There is detailed information regarding the proposed land exchange, the associated design features for recreational access, and much more on this website.
Thank you for your interest in the proposed Blue Valley Ranch Exchange.
KNOW THE FACTS ABOUT THE EXCHANGE.
- Blue Valley Ranch (“BVR”) and the U.S. Bureau of Land Management (“BLM”) have worked together to create a fair and mutually beneficial land exchange. Under the proposed exchange, nine parcels of Federal land managed by BLM totaling 1,489 acres will be traded to BVR in exchange for nine parcels of private land totaling 1,830 acres. Before the exchange can be completed BLM must determine that the exchange is in the public interest, and appraisals prepared by the Federal government must show that the value of the exchange parcels are approximately equal.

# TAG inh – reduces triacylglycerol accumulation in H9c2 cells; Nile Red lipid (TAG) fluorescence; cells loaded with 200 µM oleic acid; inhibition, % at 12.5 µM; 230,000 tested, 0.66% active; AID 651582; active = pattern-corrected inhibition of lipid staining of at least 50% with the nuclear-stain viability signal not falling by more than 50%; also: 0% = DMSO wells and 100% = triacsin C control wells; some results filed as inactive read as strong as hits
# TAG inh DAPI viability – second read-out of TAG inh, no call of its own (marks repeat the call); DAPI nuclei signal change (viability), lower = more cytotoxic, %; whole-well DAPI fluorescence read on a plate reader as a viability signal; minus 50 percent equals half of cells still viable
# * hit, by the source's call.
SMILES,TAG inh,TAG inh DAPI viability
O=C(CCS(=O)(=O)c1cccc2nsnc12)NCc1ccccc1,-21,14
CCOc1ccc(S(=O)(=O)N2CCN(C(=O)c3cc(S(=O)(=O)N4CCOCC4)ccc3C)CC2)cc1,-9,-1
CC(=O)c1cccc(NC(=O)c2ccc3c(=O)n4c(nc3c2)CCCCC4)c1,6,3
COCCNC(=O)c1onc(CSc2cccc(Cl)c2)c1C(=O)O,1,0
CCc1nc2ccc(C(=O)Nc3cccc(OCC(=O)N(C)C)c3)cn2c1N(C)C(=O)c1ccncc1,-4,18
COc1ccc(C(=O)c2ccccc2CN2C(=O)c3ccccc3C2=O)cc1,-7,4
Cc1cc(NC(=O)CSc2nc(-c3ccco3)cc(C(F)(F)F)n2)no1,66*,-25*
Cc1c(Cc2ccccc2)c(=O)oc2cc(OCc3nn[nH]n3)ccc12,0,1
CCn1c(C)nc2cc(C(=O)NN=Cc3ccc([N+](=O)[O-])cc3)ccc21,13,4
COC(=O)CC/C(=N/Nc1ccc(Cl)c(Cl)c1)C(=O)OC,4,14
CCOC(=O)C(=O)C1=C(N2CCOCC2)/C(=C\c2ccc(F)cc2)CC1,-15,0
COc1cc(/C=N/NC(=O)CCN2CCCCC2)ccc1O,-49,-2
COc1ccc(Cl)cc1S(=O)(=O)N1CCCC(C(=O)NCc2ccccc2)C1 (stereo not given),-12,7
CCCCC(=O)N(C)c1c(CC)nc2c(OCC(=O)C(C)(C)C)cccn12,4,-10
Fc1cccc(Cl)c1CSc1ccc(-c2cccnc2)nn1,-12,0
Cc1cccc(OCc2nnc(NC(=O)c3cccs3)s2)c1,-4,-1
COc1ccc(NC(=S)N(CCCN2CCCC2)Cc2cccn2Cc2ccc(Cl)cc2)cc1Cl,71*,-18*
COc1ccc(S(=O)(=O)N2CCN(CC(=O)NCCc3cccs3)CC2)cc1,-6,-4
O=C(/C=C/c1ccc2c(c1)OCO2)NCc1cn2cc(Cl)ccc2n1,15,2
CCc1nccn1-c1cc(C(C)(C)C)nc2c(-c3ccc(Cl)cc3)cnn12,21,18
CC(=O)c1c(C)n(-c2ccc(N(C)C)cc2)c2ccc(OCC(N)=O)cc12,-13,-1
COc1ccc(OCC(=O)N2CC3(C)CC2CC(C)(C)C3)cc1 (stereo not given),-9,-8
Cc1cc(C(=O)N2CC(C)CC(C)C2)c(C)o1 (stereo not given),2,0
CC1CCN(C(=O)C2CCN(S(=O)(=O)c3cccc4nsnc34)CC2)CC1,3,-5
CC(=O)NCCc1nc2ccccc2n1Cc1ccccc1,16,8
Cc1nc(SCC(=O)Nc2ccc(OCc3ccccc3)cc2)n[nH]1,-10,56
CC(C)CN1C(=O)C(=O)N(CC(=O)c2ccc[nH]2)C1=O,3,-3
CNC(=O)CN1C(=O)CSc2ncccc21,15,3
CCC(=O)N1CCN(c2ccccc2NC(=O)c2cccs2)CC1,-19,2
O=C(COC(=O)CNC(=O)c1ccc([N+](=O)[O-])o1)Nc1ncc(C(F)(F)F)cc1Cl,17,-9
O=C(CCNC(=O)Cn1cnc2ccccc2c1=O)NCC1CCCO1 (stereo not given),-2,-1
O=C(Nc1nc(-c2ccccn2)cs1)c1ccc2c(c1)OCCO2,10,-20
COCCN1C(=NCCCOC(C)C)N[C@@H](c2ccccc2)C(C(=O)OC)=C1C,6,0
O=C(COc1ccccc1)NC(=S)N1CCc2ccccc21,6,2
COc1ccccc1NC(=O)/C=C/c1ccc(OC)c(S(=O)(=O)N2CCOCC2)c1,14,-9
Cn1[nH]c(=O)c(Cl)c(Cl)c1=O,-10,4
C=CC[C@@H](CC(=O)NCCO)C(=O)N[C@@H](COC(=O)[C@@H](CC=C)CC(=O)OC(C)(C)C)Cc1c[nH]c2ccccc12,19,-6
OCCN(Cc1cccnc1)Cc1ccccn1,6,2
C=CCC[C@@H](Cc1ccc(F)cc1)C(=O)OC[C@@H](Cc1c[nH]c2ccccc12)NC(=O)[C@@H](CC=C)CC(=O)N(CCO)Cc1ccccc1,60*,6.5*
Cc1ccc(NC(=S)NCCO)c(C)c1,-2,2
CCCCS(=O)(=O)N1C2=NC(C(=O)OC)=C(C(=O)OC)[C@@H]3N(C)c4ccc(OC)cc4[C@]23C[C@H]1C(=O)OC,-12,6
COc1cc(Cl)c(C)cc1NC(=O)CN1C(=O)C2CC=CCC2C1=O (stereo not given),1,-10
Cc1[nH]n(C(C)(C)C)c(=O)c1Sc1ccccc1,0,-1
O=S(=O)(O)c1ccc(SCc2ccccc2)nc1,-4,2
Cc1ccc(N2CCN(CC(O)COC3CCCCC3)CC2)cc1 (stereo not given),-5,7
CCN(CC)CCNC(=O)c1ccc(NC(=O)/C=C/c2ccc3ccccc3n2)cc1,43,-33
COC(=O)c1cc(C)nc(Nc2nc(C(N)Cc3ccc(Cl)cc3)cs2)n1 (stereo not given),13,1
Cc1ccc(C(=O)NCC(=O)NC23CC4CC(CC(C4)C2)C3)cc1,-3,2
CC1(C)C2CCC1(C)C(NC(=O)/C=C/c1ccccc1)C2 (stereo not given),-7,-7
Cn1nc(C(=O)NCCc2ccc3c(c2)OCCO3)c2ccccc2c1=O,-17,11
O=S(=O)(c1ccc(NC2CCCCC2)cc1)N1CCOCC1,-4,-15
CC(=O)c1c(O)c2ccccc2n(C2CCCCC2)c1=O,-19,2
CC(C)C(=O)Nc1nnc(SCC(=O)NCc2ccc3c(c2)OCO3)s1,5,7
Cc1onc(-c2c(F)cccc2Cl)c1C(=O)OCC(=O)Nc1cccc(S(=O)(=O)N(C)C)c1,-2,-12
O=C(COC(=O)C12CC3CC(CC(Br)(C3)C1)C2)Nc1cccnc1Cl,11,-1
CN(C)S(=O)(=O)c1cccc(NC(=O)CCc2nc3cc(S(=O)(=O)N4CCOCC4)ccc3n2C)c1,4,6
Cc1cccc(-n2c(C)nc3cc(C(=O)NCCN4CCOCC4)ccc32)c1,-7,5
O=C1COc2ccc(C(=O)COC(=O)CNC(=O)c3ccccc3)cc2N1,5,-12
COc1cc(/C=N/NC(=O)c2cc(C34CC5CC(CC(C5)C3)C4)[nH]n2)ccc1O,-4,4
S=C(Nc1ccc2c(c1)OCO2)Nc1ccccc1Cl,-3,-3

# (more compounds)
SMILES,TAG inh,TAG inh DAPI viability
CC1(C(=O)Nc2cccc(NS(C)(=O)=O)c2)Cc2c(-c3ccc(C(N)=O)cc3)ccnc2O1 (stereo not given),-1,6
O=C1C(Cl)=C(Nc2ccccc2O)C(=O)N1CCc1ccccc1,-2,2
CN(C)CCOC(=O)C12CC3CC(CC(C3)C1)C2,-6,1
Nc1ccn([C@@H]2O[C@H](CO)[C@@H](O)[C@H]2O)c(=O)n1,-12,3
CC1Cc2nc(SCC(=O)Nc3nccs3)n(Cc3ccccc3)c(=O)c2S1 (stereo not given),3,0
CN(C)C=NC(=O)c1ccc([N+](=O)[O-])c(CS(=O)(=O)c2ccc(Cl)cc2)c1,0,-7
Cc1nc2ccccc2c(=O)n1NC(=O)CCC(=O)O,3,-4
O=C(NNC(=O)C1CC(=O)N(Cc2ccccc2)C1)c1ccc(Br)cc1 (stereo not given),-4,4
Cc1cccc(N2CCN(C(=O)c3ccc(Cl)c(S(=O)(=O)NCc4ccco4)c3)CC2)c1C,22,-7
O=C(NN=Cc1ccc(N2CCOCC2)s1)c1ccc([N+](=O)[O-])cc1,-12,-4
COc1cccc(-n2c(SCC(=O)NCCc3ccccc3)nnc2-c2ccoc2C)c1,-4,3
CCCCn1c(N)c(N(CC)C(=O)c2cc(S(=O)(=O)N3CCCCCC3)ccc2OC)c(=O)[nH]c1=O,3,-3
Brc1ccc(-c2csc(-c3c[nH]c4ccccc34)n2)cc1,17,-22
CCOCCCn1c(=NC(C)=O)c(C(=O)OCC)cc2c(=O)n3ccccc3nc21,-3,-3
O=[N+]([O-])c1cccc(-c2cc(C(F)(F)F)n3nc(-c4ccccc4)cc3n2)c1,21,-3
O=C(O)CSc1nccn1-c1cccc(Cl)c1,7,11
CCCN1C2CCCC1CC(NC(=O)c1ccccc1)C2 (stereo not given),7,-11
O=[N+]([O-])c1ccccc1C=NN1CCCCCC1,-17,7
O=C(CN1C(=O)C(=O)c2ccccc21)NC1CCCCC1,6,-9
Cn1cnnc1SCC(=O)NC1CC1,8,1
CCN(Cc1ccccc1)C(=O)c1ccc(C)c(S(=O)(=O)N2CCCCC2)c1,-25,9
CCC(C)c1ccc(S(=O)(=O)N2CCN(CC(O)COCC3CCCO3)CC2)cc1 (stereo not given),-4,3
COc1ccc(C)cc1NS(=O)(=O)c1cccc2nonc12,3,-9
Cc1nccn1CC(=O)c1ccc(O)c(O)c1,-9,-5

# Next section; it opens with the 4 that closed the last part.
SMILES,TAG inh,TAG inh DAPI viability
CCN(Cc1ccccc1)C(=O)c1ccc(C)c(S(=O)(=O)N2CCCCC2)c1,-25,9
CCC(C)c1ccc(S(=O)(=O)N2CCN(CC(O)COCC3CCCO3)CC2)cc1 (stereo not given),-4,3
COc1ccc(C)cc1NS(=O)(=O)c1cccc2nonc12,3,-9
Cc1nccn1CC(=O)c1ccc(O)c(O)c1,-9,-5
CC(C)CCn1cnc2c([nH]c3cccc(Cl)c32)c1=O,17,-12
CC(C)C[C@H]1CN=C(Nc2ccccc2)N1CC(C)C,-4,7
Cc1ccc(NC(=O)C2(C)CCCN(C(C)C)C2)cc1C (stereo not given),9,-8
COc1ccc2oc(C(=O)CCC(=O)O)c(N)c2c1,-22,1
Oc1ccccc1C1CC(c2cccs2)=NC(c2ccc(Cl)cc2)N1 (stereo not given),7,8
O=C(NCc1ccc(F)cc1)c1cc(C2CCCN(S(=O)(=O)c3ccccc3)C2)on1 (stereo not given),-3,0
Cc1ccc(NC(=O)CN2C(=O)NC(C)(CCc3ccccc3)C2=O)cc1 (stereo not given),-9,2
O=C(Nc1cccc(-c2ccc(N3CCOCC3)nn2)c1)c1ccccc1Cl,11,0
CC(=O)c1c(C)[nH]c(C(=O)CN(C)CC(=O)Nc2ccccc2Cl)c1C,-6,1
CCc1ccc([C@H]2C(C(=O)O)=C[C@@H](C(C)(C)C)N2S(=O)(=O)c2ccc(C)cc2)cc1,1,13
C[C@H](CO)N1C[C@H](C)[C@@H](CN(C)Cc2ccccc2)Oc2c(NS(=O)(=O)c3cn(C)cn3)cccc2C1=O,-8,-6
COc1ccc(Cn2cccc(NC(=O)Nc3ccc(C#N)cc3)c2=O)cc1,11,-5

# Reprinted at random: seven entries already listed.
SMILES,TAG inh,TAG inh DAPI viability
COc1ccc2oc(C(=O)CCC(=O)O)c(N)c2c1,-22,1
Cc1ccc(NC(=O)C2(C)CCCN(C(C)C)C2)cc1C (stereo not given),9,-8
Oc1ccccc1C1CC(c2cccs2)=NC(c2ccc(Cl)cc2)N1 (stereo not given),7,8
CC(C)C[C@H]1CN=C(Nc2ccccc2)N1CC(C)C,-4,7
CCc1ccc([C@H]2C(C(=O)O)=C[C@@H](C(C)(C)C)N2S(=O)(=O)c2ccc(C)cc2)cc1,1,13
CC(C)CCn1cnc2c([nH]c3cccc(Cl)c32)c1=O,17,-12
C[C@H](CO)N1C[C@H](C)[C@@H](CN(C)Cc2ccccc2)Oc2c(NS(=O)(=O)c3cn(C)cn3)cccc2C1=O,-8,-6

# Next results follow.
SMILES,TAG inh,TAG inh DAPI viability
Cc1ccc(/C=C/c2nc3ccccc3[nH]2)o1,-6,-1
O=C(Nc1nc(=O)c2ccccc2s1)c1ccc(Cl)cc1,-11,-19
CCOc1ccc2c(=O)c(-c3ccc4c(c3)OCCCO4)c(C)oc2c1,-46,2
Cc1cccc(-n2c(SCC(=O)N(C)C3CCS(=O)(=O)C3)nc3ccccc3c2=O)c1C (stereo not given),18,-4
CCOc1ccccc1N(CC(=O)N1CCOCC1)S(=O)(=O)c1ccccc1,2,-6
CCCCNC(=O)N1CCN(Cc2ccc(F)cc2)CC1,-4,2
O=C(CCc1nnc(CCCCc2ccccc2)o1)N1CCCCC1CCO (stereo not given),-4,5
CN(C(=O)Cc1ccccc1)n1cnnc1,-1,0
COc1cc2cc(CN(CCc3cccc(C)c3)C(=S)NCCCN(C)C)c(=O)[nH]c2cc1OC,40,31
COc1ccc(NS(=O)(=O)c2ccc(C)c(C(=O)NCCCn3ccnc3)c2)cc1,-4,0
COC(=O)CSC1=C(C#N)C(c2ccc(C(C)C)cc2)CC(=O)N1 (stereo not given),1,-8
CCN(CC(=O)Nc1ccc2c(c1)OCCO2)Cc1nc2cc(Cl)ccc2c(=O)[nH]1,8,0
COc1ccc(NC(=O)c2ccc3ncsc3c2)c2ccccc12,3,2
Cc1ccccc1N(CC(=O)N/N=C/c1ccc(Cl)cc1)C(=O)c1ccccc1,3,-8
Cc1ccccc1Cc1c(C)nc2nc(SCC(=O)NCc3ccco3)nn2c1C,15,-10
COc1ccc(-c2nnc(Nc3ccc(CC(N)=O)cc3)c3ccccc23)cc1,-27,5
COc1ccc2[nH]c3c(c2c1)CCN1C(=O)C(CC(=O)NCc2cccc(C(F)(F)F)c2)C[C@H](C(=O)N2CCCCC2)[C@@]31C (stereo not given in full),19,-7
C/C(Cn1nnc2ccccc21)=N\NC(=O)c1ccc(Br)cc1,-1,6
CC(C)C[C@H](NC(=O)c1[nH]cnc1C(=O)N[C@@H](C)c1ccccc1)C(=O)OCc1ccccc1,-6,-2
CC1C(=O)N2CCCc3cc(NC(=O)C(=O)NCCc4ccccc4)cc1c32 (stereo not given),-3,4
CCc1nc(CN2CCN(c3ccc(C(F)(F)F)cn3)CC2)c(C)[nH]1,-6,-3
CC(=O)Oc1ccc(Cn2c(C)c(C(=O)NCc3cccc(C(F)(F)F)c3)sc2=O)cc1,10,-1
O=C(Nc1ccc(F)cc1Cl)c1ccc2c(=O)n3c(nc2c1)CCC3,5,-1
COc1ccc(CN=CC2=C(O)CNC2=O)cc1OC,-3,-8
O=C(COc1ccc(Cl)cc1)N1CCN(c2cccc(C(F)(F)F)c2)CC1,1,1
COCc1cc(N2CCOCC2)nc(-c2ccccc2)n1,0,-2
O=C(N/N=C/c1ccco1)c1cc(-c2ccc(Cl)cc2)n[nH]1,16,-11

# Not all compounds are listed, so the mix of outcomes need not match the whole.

- This exchange meets the planning and management objectives of the BLM to promote more effective natural resource management on public lands. For BVR and the Federal Government, the land exchange creates boundaries that make the management of both public and private land more effective and efficient.
- BVR has proposed certain design features intended to provide the public enhanced access to the Blue River for a variety of recreational activities. These features would be paid for by BVR. They include:
- Creation of the Confluence Recreation Area that will include a picnic area, walking trails, a take-out for river floaters, wheelchair-accessible fishing access and significant fishery habitat enhancements to this stretch of the Blue River near its confluence with the Colorado River.
- Development of a seasonal take-out and rest stop at Spring Creek Road Bridge.
- Establishment of the Green Mountain Canyon Trailhead.